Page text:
About MeI am a user experience (UX) researcher currently working at Microsoft in the Surface User Research team. I graduated from a Ph.D. in Human Computer Interaction at the Université Paris Sud in 2008. I live in Seattle, WA with my wife, Nathalie Riche. Since I started working in HCI, I have been fascinated by the way people interact with technology, and how technology affects our lives. Before I heard about human computer interaction I wanted to work in house automation (domotics) and studied Electrical Engineering at the Grenoble Institute of Technology in France. Towards the end of my Bachelor, I obtained a grant to study human computer interaction at the University of Queensland (UQ), Australia and ended up graduating from a Master of Information Environments at the end of 2003. By that time, I was hooked and in late 2004, I started a Ph.D. in this field. My particular interests are in understanding how technology is affected or affects people.
I am also an amateur photographer. I started seriously taking photos during my stay in Australia, when my family offered me my first film SLR camera in early 2003. I started shooting photos while touring Queensland. Because it was cheaper, I bought myself to a compact digital camera in 2005 to cut down the cost of printing pictures. In 2005, I started playing with a friends' digital SLR camera, and I bought myself one in March 2007. I usually walk around with my camera. I like taking pictures of things happening around me, mainly in the street. I use the standard Canon 18-55mm lens provided with my Canon Rebel XT and the amazing Canon 50mm 1.8 lens, which I highly recommend for a great affordable lens. I have started shooting weddings, making portraits, and selling some of my fine art prints. You can learn more about my photography work in the photography page of this site, and in my flickr gallery.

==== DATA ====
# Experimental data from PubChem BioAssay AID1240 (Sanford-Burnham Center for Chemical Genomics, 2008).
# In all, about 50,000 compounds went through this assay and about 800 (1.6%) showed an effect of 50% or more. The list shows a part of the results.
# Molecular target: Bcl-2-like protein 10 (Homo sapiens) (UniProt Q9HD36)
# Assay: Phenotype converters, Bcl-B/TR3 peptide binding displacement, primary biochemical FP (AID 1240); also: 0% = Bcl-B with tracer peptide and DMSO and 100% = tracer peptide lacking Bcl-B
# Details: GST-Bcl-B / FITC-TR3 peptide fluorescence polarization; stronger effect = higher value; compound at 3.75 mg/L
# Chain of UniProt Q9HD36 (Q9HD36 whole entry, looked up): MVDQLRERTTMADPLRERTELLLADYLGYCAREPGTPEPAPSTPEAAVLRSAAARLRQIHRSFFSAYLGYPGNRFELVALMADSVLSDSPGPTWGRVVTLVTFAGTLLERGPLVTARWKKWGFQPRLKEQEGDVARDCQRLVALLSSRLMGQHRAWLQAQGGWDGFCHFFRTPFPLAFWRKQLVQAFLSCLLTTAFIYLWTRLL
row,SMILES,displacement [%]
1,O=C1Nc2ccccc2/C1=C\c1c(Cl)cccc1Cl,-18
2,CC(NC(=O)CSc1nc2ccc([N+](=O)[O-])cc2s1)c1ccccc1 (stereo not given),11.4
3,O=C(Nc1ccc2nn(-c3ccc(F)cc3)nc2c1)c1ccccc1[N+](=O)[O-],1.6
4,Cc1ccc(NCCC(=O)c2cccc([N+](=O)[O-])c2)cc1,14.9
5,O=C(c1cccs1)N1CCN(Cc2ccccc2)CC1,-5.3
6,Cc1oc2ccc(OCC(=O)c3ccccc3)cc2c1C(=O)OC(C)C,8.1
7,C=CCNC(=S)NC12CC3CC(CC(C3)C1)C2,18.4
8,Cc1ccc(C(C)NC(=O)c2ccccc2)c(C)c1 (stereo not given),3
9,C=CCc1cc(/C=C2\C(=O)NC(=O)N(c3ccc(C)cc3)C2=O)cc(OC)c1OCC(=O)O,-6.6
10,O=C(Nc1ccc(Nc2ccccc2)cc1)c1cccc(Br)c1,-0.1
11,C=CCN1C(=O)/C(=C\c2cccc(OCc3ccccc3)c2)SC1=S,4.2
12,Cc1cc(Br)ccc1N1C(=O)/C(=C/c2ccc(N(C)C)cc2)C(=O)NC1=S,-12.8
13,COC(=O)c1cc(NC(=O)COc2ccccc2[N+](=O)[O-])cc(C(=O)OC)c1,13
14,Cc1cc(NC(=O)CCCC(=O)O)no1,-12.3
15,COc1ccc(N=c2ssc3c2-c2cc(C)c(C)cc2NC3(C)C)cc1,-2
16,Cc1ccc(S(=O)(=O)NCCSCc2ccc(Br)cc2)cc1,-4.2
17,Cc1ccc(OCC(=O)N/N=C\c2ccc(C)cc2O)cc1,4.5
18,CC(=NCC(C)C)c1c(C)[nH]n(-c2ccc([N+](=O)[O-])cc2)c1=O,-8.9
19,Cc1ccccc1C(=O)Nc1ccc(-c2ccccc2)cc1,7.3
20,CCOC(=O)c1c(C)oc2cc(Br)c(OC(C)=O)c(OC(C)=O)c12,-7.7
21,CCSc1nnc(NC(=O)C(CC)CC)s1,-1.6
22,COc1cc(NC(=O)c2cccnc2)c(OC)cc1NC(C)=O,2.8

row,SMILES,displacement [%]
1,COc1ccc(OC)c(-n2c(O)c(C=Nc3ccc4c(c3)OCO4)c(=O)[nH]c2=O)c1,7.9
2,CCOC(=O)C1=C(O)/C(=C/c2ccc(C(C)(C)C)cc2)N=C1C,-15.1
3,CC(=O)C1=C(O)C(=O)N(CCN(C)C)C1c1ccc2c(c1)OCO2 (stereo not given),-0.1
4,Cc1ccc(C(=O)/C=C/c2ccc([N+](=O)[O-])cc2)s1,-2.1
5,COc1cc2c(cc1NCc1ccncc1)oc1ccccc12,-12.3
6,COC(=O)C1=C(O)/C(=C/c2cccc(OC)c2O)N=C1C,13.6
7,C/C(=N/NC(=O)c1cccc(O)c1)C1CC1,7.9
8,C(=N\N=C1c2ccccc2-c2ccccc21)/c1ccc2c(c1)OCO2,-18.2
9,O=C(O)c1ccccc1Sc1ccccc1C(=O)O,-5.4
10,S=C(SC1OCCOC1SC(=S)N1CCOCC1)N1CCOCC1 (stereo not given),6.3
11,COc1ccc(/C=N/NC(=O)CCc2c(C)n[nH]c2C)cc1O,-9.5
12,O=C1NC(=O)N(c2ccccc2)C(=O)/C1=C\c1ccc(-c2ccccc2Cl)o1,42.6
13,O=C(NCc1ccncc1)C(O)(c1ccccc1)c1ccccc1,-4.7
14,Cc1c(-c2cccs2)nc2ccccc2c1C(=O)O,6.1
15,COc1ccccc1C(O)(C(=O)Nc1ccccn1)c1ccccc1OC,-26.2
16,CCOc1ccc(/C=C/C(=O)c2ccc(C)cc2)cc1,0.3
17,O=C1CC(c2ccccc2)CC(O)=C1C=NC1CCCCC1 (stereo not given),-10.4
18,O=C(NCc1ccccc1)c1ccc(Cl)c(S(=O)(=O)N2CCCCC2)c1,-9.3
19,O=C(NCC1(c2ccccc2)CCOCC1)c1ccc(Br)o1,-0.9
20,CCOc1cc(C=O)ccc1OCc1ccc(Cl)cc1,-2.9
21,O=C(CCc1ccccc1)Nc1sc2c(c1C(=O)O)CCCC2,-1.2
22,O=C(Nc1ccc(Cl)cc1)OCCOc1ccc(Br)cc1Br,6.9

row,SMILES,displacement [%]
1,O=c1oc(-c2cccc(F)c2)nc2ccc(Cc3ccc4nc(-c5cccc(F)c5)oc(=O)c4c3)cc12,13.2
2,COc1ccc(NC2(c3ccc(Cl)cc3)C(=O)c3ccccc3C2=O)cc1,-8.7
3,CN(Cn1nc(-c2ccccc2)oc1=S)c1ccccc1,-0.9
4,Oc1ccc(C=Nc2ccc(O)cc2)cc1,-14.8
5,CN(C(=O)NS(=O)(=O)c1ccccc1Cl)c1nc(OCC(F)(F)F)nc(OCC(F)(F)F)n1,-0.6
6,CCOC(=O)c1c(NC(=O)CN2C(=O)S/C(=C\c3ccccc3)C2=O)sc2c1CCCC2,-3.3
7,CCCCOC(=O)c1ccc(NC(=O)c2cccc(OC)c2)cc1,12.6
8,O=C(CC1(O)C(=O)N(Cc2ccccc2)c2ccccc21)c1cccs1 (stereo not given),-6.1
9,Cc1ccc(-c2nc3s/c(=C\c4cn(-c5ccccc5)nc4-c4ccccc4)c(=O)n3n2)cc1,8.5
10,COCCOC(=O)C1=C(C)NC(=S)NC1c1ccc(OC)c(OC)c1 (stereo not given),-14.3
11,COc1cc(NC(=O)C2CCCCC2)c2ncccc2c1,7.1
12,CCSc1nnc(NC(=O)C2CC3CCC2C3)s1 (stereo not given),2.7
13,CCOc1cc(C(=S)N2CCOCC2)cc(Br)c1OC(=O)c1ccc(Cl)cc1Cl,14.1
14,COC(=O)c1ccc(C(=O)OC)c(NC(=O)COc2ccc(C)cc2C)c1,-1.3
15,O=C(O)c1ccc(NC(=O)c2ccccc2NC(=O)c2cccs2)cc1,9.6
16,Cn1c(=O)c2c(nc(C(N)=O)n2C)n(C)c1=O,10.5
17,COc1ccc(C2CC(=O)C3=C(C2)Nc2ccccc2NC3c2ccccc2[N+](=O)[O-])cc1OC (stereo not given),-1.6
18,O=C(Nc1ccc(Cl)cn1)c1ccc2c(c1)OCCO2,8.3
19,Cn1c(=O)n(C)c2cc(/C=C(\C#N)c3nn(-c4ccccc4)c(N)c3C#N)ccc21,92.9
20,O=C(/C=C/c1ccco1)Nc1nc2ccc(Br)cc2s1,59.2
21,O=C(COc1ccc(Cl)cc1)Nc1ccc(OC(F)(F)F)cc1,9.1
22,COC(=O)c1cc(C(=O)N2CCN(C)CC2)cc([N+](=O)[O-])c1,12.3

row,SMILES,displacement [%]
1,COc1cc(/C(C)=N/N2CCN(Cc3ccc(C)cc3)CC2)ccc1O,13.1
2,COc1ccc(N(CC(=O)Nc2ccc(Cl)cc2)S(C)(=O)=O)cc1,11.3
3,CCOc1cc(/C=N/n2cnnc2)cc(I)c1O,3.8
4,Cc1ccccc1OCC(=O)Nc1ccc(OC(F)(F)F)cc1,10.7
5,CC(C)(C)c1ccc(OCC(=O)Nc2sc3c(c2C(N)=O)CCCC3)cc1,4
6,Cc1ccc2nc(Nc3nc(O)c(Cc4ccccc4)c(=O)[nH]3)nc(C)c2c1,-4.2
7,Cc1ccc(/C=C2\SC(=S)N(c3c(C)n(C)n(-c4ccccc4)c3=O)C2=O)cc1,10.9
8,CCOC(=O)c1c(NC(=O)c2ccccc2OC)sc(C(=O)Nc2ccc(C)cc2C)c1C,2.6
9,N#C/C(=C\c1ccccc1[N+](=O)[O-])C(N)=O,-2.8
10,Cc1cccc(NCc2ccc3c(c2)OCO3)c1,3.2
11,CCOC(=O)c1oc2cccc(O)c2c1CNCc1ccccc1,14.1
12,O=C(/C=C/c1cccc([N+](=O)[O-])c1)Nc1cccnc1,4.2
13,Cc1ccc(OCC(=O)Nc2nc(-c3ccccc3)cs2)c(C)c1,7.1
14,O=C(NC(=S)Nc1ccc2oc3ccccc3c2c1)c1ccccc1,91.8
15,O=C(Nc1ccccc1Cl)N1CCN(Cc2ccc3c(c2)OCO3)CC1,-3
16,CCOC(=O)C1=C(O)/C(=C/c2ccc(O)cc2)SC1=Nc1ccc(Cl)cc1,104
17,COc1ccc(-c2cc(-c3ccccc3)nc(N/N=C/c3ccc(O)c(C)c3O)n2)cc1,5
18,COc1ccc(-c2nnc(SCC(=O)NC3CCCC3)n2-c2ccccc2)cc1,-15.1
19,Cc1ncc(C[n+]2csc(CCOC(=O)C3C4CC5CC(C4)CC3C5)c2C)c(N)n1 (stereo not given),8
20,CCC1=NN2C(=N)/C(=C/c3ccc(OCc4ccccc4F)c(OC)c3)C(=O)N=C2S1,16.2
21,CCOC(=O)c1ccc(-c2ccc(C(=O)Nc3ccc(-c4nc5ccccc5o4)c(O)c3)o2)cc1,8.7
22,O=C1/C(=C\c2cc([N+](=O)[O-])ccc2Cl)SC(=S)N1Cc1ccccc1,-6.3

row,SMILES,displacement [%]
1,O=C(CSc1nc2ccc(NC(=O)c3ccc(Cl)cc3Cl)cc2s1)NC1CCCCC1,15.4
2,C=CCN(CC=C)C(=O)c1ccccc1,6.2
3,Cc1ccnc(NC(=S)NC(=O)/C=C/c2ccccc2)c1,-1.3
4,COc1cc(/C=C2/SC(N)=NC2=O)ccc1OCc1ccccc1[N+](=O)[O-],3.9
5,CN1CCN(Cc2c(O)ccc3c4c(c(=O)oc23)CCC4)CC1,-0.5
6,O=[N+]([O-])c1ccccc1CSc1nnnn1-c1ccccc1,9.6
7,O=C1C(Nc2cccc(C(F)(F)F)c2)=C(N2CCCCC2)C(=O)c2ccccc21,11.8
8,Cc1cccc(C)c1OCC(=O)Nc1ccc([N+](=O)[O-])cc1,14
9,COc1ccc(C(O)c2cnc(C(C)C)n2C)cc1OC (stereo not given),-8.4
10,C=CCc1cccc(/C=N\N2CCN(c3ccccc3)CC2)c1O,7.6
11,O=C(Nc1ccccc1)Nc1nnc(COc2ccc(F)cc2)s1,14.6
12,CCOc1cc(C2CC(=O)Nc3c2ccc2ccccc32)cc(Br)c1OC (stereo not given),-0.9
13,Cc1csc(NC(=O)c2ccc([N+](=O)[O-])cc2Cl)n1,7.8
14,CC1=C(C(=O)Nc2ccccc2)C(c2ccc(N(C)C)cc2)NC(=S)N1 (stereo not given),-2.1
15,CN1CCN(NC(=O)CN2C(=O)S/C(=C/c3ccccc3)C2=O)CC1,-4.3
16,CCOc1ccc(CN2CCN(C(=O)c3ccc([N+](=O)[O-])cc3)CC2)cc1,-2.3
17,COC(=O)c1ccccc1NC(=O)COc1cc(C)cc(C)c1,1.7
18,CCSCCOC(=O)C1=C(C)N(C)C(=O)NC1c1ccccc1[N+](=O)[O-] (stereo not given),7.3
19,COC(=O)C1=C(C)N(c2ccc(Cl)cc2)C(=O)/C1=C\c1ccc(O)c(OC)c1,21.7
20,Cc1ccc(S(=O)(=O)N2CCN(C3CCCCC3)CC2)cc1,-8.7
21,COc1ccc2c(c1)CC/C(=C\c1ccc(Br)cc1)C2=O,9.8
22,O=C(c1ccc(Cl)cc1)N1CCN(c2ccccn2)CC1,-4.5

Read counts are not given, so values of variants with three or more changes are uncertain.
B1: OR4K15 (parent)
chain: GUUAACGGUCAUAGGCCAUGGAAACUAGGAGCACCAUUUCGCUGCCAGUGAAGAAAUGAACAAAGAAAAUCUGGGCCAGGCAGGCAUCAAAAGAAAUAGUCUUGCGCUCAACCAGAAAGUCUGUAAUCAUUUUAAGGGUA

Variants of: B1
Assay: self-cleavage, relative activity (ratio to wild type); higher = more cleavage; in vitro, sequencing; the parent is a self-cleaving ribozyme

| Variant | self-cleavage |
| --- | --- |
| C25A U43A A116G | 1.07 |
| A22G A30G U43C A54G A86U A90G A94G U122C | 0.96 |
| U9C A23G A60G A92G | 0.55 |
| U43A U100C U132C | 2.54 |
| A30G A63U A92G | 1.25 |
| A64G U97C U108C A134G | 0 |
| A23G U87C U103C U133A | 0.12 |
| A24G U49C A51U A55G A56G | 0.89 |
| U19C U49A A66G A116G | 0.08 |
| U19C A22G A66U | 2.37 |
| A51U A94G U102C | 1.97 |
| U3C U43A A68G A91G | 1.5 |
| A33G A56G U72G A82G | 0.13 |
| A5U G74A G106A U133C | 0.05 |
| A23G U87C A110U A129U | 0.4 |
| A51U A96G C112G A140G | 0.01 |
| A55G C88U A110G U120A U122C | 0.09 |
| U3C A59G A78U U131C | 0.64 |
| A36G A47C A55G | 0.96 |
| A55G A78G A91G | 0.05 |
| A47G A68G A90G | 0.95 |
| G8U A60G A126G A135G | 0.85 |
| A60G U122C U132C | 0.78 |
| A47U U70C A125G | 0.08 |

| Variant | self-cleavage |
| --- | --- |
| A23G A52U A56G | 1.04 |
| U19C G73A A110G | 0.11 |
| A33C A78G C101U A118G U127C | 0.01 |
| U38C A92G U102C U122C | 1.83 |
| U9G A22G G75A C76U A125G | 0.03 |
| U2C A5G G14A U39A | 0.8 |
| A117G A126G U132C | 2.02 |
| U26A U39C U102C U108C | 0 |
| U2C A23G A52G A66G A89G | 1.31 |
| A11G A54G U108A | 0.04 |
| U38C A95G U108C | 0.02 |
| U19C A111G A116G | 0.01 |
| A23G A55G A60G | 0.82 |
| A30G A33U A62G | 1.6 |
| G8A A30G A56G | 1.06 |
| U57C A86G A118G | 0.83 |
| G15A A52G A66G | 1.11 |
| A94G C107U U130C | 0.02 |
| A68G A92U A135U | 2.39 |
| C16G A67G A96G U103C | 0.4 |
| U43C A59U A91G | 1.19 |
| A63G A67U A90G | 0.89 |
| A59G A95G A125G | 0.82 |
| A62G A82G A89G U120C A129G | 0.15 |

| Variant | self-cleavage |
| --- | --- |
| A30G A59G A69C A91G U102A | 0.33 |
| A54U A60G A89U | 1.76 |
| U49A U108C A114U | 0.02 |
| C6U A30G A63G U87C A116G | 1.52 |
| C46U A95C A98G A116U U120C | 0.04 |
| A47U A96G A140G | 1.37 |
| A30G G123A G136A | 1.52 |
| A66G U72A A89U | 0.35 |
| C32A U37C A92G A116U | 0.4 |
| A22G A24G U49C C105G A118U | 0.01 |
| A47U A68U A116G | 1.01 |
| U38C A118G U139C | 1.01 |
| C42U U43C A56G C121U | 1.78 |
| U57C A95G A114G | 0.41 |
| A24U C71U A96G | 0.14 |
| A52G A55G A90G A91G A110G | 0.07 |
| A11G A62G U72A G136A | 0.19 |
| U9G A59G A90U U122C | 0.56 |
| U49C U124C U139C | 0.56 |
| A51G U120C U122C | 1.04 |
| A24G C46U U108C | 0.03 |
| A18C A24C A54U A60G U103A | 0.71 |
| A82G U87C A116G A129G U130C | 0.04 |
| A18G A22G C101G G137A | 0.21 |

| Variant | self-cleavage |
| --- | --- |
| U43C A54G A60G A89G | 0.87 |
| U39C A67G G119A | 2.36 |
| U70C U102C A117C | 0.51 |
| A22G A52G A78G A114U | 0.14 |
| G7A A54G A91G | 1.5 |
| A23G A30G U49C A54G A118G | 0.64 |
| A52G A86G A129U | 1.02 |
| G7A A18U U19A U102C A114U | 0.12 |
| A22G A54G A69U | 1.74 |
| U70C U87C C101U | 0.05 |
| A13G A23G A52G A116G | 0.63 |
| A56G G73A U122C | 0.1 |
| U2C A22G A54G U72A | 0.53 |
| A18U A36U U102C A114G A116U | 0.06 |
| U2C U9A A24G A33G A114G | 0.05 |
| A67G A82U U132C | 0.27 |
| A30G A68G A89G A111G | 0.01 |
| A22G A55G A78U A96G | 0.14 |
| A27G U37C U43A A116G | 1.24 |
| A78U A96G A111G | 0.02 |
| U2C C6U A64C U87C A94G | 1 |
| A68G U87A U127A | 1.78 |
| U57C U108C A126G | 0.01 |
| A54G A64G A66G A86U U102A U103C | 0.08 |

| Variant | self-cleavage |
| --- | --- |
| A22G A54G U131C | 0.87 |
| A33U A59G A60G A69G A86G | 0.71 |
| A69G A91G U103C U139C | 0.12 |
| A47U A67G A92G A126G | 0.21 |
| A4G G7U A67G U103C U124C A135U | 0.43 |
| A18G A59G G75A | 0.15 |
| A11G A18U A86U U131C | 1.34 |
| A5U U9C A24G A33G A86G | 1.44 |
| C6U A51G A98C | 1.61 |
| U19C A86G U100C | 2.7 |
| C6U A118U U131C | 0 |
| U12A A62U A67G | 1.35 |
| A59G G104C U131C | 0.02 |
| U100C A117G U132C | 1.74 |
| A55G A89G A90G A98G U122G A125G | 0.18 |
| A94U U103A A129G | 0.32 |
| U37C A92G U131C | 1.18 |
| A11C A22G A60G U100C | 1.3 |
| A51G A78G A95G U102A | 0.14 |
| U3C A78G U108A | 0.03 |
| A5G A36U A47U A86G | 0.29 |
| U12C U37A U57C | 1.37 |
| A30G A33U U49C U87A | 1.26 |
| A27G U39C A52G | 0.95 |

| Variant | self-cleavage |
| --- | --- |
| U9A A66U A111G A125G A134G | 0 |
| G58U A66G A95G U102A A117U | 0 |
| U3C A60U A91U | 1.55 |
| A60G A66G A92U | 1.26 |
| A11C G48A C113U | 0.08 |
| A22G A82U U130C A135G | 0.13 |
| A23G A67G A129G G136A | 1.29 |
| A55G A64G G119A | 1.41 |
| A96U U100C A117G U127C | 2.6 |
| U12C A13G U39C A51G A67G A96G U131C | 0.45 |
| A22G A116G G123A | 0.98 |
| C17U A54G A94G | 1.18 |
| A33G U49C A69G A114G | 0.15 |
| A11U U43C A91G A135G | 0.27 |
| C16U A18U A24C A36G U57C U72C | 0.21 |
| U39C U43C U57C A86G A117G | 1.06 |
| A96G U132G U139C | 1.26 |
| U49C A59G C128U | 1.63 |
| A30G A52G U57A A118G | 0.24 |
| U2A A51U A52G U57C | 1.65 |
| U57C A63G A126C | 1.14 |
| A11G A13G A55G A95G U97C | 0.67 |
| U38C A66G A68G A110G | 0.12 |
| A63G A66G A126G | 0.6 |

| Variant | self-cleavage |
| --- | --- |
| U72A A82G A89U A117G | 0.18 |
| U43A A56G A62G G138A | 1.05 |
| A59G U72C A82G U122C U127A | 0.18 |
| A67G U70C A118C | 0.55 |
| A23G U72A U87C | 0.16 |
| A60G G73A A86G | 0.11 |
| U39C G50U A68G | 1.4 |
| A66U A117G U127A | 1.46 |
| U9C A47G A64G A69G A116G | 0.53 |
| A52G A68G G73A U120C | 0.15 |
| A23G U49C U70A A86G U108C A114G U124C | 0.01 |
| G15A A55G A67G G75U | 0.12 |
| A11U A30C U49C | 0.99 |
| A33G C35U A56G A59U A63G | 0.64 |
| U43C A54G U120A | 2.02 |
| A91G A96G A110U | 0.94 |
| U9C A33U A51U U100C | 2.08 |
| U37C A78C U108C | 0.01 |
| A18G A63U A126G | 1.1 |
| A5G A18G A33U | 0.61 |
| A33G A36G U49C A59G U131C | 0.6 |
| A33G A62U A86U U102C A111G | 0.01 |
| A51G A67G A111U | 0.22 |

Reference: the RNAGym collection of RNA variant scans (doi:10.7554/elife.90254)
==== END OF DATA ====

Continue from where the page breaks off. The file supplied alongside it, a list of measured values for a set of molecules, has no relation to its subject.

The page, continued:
short bioYann Riche is a user experience and academic researcher at Microsoft corporation in Redmond, WA, USA. His works spans from studying developers to consumers, with technical expertise in tools, services, documentation, and hardware. He obtained his Ph.D. in Human Computer Interactions in 2008 for his research on designing communication devices to support aging in place. His interests lie in the technology can support social behaviors, communities, and sustainable behaviors. His work takes place at the intersection of Computer Supported Collaborative Work and Computer Mediated Communication. In his work, he relies on both user-centered and participatory design methods to ground the research outcomes in real life situation, trying to extend existing social behaviors with technology. One major outcome of his research is the description of the PeerCare approach for aging in place, which advocates the support of peer reciprocal care amongst seniors in the community, as well as the importance of routines, and rhythms awareness in PeerCare. Another major outcome is the design and implementation of markerClock, a communicating clock allowing elderly friends to establish a socially acceptable shared awareness building upon life rhythm awareness and communication routines. His other projects explored physical collaboration in design, the use of technology to support teaching in high schools, ways to capture and analyze data in the field.
You can find a high resolution version of my portrait here. For more photos, please contact me.